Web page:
Oswald Spengler

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The will-to-power operating under a pure democratic disguise has finished off its masterpiece so well that the object's sense of freedom is actually flattered by the most thorough-going enslavement that has ever existed.

Oswald Arnold Gottfried Spengler (29 May 18808 May 1936) was a German historian, philosopher and political writer, most famous for his Der Untergang des Abendlandes, completed in 1922 and translated as The Decline of the West in 1928.

Quotes[edit]

This is our purpose: to make as meaningful as possible this life that has been bestowed upon us; to live in such a way that we may be proud of ourselves; to act in such a way that some part of us lives on.
One day the last portrait of Rembrandt and the last bar of Mozart will have ceased to be — though possibly a colored canvas and a sheet of notes will remain — because the last eye and the last ear accessible to their message will have gone.
  • Marxism is the capitalism of the working class.
    • Prussianism and Socialism (1920)
    • Variant translation: Socialism is nothing but the capitalism of the lower classes.
      • The Hour of Decision (1933)
  • For the Age has itself become vulgar, and most people have no idea to what extent they are themselves tainted. The bad manners of all parliaments, the general tendency to connive at a rather shady business transaction if it promises to bring in money without work, jazz and Negro dances as the spiritual outlet in all circles of society, women painted like prostitutes, the efforts of writers to win popularity by ridiculing in their novels and plays the correctness of well-bred people, and the bad taste shown even by the nobility and old princely families in throwing off every kind of social restraint and time-honoured custom: all of these go to prove that it is now the vulgar mob that gives the tone.
    • Hour of Decision (1933), as translated by C.F. Atkinson (1942), p. 95

The Decline of the West (1918, 1923)[edit]

  • One day the last portrait of Rembrandt and the last bar of Mozart will have ceased to be — though possibly a colored canvas and a sheet of notes will remain — because the last eye and the last ear accessible to their message will have gone.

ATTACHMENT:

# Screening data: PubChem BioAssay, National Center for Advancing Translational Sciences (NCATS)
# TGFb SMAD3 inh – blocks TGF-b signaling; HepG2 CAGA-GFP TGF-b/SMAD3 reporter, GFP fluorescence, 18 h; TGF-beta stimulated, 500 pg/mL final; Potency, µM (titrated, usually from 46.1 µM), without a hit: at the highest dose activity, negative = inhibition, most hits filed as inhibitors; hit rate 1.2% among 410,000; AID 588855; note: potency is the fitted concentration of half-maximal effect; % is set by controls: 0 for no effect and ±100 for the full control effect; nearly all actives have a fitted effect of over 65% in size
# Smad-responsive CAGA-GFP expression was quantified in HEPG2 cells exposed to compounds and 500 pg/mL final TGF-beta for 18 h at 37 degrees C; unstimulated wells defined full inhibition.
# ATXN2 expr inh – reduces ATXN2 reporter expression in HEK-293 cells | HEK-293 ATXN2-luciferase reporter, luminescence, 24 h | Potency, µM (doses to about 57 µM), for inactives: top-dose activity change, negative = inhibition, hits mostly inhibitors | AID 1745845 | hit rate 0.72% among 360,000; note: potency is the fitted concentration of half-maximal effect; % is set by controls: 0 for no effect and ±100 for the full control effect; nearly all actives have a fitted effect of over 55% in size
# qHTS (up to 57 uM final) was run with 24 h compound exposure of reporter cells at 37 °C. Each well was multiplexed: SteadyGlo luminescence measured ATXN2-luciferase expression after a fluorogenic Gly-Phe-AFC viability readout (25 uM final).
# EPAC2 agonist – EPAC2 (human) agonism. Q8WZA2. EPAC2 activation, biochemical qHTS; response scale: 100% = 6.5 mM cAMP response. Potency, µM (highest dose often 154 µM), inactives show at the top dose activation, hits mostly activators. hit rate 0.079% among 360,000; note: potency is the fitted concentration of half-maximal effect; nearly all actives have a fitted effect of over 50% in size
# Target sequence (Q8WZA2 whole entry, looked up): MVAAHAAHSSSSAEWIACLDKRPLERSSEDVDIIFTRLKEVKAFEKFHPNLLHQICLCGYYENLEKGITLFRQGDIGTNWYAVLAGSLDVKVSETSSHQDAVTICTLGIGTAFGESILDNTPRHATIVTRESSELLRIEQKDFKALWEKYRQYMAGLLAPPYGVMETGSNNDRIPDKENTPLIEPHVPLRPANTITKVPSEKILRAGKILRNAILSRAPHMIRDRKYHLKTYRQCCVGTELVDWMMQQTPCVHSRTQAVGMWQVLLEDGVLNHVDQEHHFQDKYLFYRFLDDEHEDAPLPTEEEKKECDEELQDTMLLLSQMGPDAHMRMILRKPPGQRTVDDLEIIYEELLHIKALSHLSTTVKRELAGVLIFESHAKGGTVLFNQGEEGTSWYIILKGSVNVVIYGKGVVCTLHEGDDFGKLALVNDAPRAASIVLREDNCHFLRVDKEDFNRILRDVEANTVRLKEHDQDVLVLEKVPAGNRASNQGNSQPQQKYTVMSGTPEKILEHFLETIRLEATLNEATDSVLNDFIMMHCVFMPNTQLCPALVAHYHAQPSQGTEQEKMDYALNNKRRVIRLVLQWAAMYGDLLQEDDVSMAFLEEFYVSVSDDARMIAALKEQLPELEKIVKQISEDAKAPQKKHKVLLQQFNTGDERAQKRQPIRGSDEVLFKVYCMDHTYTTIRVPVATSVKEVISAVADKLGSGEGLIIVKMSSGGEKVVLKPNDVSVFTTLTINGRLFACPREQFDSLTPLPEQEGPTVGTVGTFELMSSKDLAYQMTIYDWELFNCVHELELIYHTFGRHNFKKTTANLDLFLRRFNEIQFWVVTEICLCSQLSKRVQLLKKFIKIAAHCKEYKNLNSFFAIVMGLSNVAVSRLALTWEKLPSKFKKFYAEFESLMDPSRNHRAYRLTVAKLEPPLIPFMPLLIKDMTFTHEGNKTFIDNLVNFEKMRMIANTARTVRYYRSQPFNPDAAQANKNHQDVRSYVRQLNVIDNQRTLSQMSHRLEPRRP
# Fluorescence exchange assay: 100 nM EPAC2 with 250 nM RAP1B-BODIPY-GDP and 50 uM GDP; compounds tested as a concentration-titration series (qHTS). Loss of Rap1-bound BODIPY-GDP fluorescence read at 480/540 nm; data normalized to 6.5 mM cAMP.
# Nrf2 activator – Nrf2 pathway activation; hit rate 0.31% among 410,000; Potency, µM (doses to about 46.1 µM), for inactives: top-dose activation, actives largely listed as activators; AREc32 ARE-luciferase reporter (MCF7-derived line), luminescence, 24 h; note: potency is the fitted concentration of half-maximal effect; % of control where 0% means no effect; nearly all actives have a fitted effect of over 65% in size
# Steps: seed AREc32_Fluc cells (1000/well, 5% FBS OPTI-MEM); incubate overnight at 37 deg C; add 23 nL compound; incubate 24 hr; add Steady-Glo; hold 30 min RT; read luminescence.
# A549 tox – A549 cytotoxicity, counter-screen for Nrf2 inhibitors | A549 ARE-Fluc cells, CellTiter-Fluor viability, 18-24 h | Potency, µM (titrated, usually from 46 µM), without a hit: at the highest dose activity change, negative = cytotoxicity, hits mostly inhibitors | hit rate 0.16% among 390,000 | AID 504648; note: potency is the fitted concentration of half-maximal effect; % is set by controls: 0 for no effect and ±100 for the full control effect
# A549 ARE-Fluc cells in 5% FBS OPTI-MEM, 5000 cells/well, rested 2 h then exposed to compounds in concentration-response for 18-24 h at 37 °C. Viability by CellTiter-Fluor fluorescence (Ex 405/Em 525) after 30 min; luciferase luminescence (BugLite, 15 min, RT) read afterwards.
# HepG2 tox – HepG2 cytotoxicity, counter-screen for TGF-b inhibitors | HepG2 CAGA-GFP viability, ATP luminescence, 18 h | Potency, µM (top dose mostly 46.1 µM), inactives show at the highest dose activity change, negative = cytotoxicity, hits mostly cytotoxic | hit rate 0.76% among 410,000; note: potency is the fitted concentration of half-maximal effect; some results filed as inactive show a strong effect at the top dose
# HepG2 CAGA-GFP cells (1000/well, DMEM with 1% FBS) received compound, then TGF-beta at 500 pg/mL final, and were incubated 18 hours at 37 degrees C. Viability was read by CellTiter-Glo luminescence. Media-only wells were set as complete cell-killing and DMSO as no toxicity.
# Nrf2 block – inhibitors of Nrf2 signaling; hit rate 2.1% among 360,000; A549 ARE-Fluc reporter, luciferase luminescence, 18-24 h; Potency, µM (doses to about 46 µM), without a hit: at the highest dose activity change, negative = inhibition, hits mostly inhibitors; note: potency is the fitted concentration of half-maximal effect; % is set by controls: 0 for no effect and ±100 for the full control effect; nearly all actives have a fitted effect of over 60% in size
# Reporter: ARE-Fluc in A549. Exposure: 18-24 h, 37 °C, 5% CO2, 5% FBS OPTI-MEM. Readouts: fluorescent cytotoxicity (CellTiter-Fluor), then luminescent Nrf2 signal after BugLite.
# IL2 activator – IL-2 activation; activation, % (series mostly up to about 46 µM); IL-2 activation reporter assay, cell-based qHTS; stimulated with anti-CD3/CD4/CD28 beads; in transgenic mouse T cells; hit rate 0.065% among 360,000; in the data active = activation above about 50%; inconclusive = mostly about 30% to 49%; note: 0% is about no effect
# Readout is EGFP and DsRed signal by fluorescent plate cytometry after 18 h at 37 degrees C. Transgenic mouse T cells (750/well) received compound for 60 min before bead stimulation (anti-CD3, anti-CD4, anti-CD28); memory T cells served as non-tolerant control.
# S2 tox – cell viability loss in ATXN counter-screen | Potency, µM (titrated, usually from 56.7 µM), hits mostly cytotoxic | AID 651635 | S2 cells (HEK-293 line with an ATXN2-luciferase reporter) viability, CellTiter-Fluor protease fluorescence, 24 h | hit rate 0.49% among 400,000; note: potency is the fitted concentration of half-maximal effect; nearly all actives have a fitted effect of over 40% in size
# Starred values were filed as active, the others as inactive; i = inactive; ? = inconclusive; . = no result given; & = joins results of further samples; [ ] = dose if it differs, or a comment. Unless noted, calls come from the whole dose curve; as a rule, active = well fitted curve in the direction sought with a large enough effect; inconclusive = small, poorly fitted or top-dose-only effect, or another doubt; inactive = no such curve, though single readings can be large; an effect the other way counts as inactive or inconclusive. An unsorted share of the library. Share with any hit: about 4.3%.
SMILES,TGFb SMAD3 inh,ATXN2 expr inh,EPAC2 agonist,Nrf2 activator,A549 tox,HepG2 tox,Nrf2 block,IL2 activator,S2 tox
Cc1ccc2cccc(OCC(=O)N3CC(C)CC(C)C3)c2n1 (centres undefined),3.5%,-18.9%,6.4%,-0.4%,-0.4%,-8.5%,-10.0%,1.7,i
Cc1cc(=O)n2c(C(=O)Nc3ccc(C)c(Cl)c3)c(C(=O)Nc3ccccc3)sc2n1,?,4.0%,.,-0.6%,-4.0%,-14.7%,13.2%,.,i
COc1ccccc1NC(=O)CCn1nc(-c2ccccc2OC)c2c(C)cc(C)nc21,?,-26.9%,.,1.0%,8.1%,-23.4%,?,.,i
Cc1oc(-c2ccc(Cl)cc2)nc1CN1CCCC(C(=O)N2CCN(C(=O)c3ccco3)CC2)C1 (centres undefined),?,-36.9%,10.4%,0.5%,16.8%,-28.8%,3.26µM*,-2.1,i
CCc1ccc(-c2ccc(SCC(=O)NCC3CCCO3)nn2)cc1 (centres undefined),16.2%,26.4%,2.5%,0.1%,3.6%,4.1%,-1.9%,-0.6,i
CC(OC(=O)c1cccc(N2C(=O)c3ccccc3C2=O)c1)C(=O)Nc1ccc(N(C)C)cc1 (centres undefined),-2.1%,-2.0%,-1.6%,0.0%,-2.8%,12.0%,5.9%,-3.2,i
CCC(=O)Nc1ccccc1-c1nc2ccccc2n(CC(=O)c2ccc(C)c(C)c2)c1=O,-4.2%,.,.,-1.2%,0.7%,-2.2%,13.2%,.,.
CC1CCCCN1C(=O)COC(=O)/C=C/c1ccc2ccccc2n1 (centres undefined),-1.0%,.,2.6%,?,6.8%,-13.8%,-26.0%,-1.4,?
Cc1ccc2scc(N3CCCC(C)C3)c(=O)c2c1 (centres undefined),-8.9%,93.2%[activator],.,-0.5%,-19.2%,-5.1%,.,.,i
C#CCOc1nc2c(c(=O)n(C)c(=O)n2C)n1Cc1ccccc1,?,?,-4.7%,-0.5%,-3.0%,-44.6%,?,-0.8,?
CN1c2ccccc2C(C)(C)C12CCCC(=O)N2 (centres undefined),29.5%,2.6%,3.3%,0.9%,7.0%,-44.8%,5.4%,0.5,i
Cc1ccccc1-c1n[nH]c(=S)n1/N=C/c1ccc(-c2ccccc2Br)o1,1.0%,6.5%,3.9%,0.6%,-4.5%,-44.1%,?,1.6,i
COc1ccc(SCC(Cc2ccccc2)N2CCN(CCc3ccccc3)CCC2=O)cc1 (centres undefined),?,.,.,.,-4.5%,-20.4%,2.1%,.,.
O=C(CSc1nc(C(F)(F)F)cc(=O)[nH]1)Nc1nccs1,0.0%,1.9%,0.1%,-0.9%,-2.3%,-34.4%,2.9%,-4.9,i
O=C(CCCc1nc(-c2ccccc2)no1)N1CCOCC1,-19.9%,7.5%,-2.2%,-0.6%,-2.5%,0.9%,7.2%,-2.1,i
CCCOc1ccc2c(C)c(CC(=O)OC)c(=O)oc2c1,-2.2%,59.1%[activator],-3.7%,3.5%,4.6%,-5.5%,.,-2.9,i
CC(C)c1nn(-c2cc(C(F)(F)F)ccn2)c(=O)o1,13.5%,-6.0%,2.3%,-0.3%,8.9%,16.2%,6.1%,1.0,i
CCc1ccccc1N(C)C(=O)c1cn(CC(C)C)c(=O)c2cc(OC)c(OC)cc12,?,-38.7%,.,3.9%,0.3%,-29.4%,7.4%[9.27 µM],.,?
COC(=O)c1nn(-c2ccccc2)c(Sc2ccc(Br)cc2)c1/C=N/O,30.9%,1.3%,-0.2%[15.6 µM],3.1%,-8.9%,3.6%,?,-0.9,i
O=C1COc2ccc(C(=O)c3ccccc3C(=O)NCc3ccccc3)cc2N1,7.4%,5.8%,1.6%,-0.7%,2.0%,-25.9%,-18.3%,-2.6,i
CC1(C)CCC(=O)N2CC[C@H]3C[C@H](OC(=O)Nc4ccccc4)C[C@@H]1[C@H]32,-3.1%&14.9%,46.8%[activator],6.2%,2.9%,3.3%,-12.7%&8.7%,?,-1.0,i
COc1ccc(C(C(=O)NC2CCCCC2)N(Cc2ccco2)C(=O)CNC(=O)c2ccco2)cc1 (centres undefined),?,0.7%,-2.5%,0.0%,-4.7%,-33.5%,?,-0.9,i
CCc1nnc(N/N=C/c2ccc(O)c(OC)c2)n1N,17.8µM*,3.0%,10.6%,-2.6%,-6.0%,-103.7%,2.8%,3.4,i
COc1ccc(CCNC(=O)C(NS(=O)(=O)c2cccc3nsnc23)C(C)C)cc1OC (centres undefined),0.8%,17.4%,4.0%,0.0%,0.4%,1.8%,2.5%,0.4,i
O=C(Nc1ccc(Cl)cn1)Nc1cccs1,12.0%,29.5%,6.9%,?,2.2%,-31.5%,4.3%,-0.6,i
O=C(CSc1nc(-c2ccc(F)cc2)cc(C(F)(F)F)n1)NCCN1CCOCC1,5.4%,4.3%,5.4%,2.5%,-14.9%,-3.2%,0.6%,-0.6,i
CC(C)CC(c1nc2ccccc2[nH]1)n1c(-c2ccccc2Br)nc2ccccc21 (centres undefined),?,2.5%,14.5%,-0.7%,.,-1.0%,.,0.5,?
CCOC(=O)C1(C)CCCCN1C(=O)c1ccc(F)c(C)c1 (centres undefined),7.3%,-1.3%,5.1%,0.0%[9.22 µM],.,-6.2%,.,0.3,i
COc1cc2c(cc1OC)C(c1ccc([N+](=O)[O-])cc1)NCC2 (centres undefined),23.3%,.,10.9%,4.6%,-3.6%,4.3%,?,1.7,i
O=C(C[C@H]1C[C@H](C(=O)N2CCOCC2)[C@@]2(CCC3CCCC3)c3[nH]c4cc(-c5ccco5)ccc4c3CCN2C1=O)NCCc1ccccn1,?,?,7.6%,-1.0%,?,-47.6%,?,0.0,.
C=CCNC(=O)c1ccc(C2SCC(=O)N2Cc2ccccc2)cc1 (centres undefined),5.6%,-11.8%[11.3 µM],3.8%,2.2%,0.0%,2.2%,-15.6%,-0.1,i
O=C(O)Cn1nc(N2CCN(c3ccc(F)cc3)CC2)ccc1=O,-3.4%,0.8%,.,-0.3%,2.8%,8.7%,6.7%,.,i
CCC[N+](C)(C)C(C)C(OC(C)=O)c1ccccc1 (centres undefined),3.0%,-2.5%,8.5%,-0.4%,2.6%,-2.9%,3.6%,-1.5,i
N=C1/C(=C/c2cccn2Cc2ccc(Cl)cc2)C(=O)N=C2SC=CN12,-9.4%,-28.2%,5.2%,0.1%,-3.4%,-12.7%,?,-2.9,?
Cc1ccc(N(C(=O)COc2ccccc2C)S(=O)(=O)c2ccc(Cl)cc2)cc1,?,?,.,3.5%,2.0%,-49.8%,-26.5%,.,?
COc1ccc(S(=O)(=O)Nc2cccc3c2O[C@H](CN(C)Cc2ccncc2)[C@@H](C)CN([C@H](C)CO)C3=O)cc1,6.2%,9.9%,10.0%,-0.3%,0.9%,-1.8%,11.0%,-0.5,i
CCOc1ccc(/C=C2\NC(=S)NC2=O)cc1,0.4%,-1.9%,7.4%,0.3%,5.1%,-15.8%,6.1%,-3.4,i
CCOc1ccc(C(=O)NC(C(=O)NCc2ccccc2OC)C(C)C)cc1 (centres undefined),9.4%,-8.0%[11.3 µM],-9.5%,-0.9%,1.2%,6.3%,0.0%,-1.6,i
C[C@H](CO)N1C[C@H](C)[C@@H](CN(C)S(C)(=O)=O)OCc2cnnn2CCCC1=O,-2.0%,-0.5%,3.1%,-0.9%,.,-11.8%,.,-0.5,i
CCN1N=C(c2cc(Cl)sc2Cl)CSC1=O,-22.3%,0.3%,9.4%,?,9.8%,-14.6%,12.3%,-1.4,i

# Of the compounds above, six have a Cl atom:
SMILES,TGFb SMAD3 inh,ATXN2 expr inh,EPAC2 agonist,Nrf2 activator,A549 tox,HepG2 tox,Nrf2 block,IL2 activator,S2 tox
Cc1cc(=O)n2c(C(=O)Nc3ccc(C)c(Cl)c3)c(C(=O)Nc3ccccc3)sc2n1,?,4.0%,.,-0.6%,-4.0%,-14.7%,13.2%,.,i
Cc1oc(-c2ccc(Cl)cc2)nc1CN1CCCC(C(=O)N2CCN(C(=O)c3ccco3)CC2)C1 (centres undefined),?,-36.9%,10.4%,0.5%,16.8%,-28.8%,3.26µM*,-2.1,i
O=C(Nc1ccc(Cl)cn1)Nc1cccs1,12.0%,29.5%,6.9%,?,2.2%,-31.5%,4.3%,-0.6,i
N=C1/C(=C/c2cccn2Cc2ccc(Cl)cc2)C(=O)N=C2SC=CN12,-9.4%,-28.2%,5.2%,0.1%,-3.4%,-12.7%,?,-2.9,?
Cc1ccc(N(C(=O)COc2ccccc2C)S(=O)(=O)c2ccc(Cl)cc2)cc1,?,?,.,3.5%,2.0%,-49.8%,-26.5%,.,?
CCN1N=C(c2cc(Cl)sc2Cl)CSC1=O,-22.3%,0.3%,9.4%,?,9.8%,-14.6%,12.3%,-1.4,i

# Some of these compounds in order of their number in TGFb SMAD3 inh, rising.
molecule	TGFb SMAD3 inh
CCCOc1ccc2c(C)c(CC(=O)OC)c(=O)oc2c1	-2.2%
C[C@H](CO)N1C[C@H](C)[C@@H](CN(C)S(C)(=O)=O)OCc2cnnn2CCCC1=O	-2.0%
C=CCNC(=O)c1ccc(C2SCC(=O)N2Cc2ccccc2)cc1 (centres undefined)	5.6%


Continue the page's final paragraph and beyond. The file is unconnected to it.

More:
• Vol. I, trans. C.F. Atkinson (1925), p. 168
  • Long, long ago the country bore the country-town and nourished it with her best blood. Now the giant city sucks the country dry, insatiably and incessantly demanding and devouring fresh streams of men, till it wearies and dies in the midst of an almost uninhabited waste of country.
    • Vol. II, trans. C.F. Atkinson (1928) p. 102; also translated as "Now the giant city sucks the country dry, insatiably and incessantly demanding and devouring fresh streams of men, until it wearies and dies in the midst of an almost uninhabited waste of country."
  • There is no proletarian, not even a Communist movement, that has not operated in the interests of money, and for the time being permitted by money – and that without the idealists among its leaders having the slightest suspicion of the fact.
    • Vol. II, trans. C.F. Atkinson (1928), p. 401
  • To-day we live so cowed under the bombardment of this intellectual artillery that hardly anyone can attain to the inward detachment that is required for a clear view of the monstrous drama. The will-to-power operating under a pure democratic disguise has finished off its masterpiece so well that the object's sense of freedom is actually flattered by the most thorough-going enslavement that has ever existed.
    • Vol. II, trans. C.F. Atkinson (1928), p. 461
  • To-day a democrat of the old school would demand, not freedom for the press, but freedom from the press; but mean-time the leaders have changed themselves into parvenus who have to secure their position vis-a-vis the masses.
    • Vol. II, trans. C.F. Atkinson (1928) p. 461; a portion of this has sometimes been severely misquoted as if it were a statement of Spengler : "What we need is not freedom of the press, we need freedom from the press."
  • The press to-day is an army with carefully organized arms and branches, with journalists as officers, and readers as soldiers. But here, as in every army, the soldier obeys blindly, and war-aims and operation-plans change without his knowledge. The reader neither knows, nor is allowed to know, the purposes for which he is used, nor even the role that he is to play. A more appalling caricature of freedom of thought cannot be imagined. Formerly a man did not dare to think freely. Now he dares, but cannot; his will to think is only a willingness to think to order, and this is what he feels as his liberty.
    • Vol. II, trans. C.F. Atkinson (1928), p. 462

External links[edit]

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